Ali Mau on Self-Care, Success & How Rage Gets Her Through

Every time things get a bit tough for Alison Mau, she thinks of a simple compliment garnered from one of her daughter’s friends. 

“Please tell your mum thanks… she is such a boss bitch”. 

It was just after journalist and telly presenter Ali had launched #metoo NZ, a dedicated investigative section of Stuff that aims to expose and highlight workplace sexual misconduct and harassment, and she was copping flack from both men and women who couldn’t believe she’d dared to ‘go there’. 

“[There were] prominent women who were giving me a good bashing,” tells Ali. “But two days later I got a text from my daughter, who was at university in Australia, with a picture attached. It was a message she’d been sent from one of her 19-year-old friends – ‘please tell your mum thanks for doing something about #metoo in NZ. She is such a boss bitch. 

“Boss bitch!” she repeats, laughing. “I loved it. Oh my God, every time I face a setback I think about that message. I carry that with me in my heart, that phrase. It was a moment.” 

Ali ‘Boss Bitch’ Mau has certainly been a booming voice for women since launching her series two years ago in the wake of the Weinstein saga, and it’s seen her talk to around 500 – yes, you read that correctly – women who have allegedly been subjected to some kind of harassment or abuse. 

It’s tough stuff, she admits to Capsule, and it’s the victories large and small that keep her going. Oh, and rage. 

“I was joking to a colleague the other day, he asked the same thing, ‘what keeps me going’ and I just said rage,” she says with a sardonic laugh. 

“But it’s kind of true! My daughter keeps reminding me that I need a professional I can download to. It’s probably time for me to do that, a bit of self-care. I think about work too much, that’s something I admit to. I’ve had to cultivate some hobbies to make sure that I have some downtime.” 

“When she rises, we all rise”

It’s a heavy workload Ali has taken on – and while there’s been some marked improvements over the last couple of years (and she now has an outlet in the sewing machine she asked her partner to buy her) it’s is still a topic that conjures horrific tales of privilege, power and plenty of awful men. And it’s not easy listening.

Ali, who this Thursday will be hosting the first of Stuff’s Women of Influence Virtual Speaker Series, has herself has seen her fair share of sexism – from the truly horrific months spent in Australia under “the most vile, misogynistic person I’d ever come across in my life” who professionally and emotionally brutalised his young female employees, through to casual examples almost every woman still encounters to this day.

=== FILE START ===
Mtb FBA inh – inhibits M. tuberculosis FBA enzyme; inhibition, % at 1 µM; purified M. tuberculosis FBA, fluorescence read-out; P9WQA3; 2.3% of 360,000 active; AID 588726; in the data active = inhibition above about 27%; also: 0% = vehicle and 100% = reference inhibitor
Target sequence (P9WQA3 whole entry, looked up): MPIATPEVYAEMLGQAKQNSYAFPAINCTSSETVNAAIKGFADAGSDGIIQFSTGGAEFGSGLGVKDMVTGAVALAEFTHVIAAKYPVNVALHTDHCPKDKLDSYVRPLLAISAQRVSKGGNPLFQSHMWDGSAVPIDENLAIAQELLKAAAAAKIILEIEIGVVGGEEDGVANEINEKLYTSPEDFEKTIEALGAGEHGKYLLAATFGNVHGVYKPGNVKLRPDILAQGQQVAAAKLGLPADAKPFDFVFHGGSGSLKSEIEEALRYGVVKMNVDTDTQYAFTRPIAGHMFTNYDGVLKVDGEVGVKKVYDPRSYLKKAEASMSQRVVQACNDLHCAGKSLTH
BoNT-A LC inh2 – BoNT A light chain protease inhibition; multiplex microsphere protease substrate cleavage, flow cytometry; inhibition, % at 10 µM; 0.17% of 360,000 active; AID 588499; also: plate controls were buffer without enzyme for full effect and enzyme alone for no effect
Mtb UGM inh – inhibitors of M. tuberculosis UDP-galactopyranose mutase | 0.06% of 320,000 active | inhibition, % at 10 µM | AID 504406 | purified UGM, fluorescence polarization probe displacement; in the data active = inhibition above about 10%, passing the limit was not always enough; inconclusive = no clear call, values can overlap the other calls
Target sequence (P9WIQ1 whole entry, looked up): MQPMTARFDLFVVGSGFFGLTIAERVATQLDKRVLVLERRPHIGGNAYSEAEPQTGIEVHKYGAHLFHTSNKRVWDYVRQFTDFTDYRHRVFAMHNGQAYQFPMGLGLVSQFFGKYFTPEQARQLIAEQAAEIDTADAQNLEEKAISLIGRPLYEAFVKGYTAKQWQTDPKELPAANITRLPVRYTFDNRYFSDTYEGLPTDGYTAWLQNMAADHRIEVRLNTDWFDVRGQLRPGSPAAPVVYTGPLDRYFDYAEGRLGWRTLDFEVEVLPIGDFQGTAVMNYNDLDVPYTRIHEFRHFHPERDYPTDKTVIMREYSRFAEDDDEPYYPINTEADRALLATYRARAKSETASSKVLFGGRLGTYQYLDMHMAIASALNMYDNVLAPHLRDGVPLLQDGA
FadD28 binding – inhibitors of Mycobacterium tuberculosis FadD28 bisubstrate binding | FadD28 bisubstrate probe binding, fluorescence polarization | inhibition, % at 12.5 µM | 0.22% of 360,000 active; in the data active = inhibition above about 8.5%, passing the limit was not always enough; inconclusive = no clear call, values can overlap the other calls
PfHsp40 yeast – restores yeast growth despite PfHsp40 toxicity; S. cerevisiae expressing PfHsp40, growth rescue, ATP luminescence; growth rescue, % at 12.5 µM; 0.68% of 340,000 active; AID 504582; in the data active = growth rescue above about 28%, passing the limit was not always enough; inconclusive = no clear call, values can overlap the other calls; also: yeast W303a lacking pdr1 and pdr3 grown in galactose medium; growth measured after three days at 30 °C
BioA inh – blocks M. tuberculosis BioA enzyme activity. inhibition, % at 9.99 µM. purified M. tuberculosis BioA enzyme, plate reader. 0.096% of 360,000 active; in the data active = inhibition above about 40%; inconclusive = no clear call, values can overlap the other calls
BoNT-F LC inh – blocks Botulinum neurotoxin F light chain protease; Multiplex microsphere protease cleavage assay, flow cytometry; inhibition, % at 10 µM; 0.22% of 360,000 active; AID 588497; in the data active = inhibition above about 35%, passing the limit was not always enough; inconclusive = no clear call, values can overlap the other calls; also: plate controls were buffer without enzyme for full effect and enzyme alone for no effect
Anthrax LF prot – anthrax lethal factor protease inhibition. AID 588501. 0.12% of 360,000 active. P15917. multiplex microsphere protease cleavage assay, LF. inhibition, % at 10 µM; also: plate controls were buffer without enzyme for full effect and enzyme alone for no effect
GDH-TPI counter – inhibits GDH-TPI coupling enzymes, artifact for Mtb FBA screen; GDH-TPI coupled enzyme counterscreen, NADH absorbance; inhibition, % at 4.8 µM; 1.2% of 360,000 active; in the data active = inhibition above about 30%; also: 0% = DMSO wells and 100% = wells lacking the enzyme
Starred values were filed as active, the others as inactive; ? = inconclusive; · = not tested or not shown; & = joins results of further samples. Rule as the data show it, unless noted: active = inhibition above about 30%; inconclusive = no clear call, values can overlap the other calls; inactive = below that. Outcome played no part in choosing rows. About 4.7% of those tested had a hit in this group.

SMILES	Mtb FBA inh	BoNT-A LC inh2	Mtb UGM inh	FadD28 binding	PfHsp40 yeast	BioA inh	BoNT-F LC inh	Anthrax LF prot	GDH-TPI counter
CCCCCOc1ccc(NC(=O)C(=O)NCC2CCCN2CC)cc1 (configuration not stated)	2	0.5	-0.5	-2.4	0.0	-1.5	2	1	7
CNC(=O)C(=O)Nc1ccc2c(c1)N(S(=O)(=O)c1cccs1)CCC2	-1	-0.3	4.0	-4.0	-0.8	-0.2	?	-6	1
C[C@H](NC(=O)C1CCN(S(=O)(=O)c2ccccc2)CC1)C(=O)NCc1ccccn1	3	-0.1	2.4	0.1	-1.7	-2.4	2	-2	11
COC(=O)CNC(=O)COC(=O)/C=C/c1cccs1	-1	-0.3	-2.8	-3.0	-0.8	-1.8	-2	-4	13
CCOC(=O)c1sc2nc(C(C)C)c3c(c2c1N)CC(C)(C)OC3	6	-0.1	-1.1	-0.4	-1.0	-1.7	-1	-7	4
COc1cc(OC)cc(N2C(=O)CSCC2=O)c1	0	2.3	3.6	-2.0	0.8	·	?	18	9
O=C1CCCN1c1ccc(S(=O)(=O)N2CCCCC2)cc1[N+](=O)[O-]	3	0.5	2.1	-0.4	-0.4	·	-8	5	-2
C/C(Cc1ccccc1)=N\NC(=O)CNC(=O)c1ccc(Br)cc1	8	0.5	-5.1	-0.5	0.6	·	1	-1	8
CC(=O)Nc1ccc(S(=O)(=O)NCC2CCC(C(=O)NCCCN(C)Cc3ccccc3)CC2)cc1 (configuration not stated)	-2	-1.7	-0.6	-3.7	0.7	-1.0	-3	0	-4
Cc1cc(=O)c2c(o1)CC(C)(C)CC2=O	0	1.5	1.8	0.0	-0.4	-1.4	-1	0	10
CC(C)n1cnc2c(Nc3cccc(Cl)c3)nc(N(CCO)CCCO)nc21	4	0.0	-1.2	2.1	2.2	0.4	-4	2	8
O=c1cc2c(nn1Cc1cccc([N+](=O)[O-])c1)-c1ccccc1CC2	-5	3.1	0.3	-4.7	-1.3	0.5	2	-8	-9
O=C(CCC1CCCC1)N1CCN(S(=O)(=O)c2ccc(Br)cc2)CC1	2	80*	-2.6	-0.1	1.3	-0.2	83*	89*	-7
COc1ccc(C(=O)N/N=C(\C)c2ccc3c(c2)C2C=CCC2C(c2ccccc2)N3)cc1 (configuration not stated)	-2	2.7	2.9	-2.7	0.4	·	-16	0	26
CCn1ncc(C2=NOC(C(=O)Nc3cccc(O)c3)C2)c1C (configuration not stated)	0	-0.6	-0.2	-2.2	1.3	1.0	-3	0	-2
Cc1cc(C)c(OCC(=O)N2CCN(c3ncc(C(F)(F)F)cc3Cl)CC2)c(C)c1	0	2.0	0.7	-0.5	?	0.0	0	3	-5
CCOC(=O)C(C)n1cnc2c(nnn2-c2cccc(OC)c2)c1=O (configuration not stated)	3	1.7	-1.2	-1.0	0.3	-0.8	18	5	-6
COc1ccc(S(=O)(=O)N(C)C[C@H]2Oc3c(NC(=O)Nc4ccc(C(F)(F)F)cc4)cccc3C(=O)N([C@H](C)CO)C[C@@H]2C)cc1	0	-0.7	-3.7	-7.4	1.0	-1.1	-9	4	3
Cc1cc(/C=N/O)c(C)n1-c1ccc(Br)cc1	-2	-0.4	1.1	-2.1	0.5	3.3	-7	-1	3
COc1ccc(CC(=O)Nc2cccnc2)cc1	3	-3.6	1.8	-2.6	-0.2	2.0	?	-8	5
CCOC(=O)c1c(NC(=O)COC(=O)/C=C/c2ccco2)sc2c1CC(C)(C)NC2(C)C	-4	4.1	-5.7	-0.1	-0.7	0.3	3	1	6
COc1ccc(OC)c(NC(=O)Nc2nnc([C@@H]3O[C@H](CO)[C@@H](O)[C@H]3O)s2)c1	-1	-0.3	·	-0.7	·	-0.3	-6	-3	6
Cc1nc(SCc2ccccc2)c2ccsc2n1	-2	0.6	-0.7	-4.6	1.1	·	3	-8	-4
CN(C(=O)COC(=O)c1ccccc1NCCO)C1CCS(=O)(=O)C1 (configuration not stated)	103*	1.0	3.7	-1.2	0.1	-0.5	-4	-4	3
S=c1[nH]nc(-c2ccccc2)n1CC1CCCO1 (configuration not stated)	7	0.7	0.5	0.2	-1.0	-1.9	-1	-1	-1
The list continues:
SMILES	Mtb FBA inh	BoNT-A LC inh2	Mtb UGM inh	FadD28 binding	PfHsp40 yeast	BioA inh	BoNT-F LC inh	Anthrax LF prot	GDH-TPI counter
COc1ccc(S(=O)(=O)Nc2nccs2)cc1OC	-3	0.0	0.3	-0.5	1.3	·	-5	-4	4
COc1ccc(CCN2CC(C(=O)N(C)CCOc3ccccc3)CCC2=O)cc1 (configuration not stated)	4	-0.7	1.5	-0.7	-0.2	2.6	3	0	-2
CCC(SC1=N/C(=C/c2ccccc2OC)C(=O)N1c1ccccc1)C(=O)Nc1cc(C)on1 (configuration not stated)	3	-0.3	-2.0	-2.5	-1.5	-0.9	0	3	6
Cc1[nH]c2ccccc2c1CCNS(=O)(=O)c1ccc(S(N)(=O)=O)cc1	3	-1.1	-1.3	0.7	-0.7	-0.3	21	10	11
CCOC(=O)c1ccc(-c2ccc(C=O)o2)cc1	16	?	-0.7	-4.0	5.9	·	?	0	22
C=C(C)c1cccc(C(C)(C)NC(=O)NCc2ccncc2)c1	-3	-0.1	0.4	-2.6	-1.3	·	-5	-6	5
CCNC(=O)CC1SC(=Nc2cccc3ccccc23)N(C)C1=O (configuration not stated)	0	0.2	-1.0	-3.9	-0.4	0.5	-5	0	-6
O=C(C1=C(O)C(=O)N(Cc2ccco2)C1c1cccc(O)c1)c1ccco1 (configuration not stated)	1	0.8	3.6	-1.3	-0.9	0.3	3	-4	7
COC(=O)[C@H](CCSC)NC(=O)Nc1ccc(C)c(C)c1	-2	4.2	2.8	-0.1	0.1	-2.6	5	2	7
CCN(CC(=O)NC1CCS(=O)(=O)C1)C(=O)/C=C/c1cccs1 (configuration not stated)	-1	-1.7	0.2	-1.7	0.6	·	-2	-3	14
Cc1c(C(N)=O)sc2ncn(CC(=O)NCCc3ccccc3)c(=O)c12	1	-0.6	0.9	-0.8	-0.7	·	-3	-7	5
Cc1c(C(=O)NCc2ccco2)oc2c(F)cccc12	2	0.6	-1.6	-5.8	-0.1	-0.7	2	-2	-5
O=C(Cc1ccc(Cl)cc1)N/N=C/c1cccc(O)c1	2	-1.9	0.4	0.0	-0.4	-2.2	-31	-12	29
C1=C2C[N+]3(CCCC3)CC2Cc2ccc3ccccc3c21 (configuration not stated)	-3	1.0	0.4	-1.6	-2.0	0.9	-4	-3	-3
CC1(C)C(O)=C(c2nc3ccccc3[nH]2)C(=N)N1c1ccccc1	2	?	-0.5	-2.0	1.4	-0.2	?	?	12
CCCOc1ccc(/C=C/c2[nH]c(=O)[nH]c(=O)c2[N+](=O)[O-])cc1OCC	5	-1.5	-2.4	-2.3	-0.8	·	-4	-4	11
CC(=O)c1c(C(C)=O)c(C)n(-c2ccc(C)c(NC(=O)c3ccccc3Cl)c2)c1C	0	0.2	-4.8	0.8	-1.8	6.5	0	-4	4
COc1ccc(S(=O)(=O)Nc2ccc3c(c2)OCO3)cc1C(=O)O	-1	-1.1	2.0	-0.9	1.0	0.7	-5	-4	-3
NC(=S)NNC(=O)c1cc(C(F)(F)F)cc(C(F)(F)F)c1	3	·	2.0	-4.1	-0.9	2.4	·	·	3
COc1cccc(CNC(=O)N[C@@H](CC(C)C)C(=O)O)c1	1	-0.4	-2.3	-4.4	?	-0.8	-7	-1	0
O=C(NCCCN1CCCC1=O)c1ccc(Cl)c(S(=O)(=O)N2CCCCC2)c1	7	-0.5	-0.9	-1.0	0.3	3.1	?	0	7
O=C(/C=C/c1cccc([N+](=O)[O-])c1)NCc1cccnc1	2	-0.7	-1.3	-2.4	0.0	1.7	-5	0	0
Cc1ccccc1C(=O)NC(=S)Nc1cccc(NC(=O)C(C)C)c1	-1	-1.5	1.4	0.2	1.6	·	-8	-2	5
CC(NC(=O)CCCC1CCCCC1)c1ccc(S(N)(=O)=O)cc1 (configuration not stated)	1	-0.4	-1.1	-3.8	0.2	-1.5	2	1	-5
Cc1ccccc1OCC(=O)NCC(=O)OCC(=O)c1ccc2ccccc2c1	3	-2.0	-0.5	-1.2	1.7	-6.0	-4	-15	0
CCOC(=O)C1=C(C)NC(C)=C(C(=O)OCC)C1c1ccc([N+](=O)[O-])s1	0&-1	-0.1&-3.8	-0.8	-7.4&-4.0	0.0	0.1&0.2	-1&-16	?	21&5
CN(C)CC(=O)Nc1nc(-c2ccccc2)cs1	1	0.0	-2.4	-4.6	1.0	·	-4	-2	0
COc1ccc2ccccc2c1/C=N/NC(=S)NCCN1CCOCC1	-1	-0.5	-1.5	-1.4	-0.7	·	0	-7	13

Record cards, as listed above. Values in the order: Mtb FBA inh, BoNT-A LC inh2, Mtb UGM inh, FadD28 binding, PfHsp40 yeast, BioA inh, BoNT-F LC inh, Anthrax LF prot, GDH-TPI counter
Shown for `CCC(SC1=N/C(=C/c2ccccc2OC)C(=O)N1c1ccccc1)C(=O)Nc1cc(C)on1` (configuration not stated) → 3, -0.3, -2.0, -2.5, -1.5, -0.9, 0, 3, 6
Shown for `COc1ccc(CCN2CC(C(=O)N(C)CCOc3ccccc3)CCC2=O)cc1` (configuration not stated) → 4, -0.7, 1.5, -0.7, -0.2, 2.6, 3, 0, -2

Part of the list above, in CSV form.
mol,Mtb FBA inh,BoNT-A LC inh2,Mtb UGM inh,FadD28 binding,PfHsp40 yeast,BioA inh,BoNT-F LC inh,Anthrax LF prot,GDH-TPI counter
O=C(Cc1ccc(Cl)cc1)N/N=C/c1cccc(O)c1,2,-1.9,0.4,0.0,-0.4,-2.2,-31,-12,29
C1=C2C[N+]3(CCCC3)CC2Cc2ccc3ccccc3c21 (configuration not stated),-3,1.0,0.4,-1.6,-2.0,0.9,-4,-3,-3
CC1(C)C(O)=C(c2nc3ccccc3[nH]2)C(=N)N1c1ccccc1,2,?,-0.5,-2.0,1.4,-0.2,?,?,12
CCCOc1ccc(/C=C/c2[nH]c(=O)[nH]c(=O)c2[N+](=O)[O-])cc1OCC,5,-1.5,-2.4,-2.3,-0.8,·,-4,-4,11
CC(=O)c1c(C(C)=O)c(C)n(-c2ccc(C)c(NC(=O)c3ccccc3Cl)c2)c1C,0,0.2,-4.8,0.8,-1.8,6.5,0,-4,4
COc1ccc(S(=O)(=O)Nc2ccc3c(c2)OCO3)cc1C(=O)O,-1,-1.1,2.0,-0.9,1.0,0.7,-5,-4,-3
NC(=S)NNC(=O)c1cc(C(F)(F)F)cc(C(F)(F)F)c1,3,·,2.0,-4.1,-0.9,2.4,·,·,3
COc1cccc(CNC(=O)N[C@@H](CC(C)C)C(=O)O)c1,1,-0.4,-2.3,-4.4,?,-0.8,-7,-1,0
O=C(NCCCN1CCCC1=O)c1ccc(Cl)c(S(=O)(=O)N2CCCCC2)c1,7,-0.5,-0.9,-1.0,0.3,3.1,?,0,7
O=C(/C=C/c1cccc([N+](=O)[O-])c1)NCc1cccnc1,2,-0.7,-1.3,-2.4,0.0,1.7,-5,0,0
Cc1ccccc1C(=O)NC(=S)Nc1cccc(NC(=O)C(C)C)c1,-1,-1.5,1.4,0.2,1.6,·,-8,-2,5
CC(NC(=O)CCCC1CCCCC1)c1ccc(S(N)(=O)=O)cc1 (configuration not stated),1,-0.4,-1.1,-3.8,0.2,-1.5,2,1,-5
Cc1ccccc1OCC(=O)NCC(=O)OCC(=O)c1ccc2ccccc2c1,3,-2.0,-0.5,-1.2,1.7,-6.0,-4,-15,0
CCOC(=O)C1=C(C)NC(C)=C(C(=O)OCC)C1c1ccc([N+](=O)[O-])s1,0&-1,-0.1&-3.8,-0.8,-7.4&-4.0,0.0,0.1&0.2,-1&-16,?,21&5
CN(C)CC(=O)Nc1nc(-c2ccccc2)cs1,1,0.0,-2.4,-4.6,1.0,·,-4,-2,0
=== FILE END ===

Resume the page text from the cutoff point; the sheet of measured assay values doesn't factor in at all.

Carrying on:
But she’s had a bloody gutsful – and is certainly not afraid of being judged an ‘angry feminist’ or any other witty label boomer men tend to fling about on Twitter. 

“Part of my work now, and why I keep going like a bulldozer, harks back to that need for accountability. We’ve forgiven that type of behaviour that brutalises women at work for what too long. And I’m not having it anymore. 

“It’s our responsibility to make it better for the next generation. I find that more and more I’m admiring women who are much younger than me – and I don’t mean that in a suggestive manner!” she laughs. 

“There are young women now who are willing to realise their passions and achievements and voice their opposition to oppression, far more so than back in my day.” 

It’s never been more important for women to support other women, Ali says – “The kind of women I can’t stand, is the kind of women who pull the ladder up behind them.” 

The speaker series, of which the first will kick off on Thursday 6 August at 12pm, will be hosted by Ali with appearances by acclaimed designer Kathryn Wilson, incredible Muslim women’s rights campaigner Anjum Rahman and Olympic champion and business leader and diplomat Beatrice Faumuinā. 

“There’s a tonne of stuff to jump into with these women, and the good thing about this lot, they’re just super strong women. I can chuck anything at these women and they’ll knock it out of the park with grace,” tells Ali, who adds the topics of resilience, ethics, business and the challenges (and joys) of being a woman in 2020 New Zealand. 

“The interesting thing for me will be to weave their stories together, and to show what they have in common in their completely different areas and endeavours.” 

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